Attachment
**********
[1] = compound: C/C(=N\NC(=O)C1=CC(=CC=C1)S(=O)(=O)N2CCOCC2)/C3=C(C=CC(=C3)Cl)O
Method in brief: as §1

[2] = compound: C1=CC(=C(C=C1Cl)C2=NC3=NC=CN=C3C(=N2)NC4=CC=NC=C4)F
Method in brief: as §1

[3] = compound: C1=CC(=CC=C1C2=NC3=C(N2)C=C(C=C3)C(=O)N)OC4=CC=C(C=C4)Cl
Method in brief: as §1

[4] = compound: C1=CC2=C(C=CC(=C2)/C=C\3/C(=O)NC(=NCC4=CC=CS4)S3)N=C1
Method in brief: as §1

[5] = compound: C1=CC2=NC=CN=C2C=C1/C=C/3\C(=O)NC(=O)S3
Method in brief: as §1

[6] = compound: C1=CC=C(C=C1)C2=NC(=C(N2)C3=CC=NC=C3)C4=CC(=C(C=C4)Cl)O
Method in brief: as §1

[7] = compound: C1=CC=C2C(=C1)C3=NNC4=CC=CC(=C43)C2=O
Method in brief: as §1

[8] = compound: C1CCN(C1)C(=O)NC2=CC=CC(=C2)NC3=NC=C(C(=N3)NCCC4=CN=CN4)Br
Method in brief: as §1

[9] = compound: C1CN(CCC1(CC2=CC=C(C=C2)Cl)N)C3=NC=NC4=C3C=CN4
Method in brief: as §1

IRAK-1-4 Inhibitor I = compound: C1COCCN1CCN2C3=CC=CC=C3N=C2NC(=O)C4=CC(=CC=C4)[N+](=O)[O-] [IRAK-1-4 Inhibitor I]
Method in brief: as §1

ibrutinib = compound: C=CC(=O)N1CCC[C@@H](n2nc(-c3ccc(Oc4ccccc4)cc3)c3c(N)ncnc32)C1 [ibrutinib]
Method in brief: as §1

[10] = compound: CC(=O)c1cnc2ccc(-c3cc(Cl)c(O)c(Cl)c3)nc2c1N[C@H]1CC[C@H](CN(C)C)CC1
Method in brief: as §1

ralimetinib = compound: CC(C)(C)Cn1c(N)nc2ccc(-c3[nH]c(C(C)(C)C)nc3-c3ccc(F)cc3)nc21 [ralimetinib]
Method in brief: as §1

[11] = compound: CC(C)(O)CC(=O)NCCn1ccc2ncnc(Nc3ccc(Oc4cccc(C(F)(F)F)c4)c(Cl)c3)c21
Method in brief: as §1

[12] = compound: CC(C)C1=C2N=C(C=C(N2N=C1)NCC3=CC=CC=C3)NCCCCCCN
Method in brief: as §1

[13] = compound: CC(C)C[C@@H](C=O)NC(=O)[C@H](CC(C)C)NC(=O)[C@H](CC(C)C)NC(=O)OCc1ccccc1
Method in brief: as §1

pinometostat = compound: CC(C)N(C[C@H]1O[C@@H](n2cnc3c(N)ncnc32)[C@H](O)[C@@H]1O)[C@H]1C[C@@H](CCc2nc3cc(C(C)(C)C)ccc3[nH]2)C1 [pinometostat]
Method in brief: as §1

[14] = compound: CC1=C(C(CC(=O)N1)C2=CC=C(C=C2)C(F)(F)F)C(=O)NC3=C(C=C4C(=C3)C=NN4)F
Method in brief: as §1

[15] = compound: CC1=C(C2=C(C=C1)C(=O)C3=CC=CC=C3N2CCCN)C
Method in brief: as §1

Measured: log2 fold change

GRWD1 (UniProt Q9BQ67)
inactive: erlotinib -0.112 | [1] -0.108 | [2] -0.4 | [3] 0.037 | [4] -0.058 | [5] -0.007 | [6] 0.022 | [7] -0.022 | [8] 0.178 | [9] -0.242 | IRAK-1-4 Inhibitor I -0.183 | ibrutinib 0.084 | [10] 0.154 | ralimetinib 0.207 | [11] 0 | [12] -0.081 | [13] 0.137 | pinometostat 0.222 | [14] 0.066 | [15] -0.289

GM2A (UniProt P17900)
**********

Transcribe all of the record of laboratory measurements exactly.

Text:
[1] = compound: C/C(=N\NC(=O)C1=CC(=CC=C1)S(=O)(=O)N2CCOCC2)/C3=C(C=CC(=C3)Cl)O
Method in brief: as §1

[2] = compound: C1=CC(=C(C=C1Cl)C2=NC3=NC=CN=C3C(=N2)NC4=CC=NC=C4)F
Method in brief: as §1

[3] = compound: C1=CC(=CC=C1C2=NC3=C(N2)C=C(C=C3)C(=O)N)OC4=CC=C(C=C4)Cl
Method in brief: as §1

[4] = compound: C1=CC2=C(C=CC(=C2)/C=C\3/C(=O)NC(=NCC4=CC=CS4)S3)N=C1
Method in brief: as §1

[5] = compound: C1=CC2=NC=CN=C2C=C1/C=C/3\C(=O)NC(=O)S3
Method in brief: as §1

[6] = compound: C1=CC=C(C=C1)C2=NC(=C(N2)C3=CC=NC=C3)C4=CC(=C(C=C4)Cl)O
Method in brief: as §1

[7] = compound: C1=CC=C2C(=C1)C3=NNC4=CC=CC(=C43)C2=O
Method in brief: as §1

[8] = compound: C1CCN(C1)C(=O)NC2=CC=CC(=C2)NC3=NC=C(C(=N3)NCCC4=CN=CN4)Br
Method in brief: as §1

[9] = compound: C1CN(CCC1(CC2=CC=C(C=C2)Cl)N)C3=NC=NC4=C3C=CN4
Method in brief: as §1

IRAK-1-4 Inhibitor I = compound: C1COCCN1CCN2C3=CC=CC=C3N=C2NC(=O)C4=CC(=CC=C4)[N+](=O)[O-] [IRAK-1-4 Inhibitor I]
Method in brief: as §1

ibrutinib = compound: C=CC(=O)N1CCC[C@@H](n2nc(-c3ccc(Oc4ccccc4)cc3)c3c(N)ncnc32)C1 [ibrutinib]
Method in brief: as §1

[10] = compound: CC(=O)c1cnc2ccc(-c3cc(Cl)c(O)c(Cl)c3)nc2c1N[C@H]1CC[C@H](CN(C)C)CC1
Method in brief: as §1

ralimetinib = compound: CC(C)(C)Cn1c(N)nc2ccc(-c3[nH]c(C(C)(C)C)nc3-c3ccc(F)cc3)nc21 [ralimetinib]
Method in brief: as §1

[11] = compound: CC(C)(O)CC(=O)NCCn1ccc2ncnc(Nc3ccc(Oc4cccc(C(F)(F)F)c4)c(Cl)c3)c21
Method in brief: as §1

[12] = compound: CC(C)C1=C2N=C(C=C(N2N=C1)NCC3=CC=CC=C3)NCCCCCCN
Method in brief: as §1

[13] = compound: CC(C)C[C@@H](C=O)NC(=O)[C@H](CC(C)C)NC(=O)[C@H](CC(C)C)NC(=O)OCc1ccccc1
Method in brief: as §1

pinometostat = compound: CC(C)N(C[C@H]1O[C@@H](n2cnc3c(N)ncnc32)[C@H](O)[C@@H]1O)[C@H]1C[C@@H](CCc2nc3cc(C(C)(C)C)ccc3[nH]2)C1 [pinometostat]
Method in brief: as §1

[14] = compound: CC1=C(C(CC(=O)N1)C2=CC=C(C=C2)C(F)(F)F)C(=O)NC3=C(C=C4C(=C3)C=NN4)F
Method in brief: as §1

[15] = compound: CC1=C(C2=C(C=C1)C(=O)C3=CC=CC=C3N2CCCN)C
Method in brief: as §1

Measured: log2 fold change

GRWD1 (UniProt Q9BQ67)
inactive: erlotinib -0.112 | [1] -0.108 | [2] -0.4 | [3] 0.037 | [4] -0.058 | [5] -0.007 | [6] 0.022 | [7] -0.022 | [8] 0.178 | [9] -0.242 | IRAK-1-4 Inhibitor I -0.183 | ibrutinib 0.084 | [10] 0.154 | ralimetinib 0.207 | [11] 0 | [12] -0.081 | [13] 0.137 | pinometostat 0.222 | [14] 0.066 | [15] -0.289

GM2A (UniProt P17900)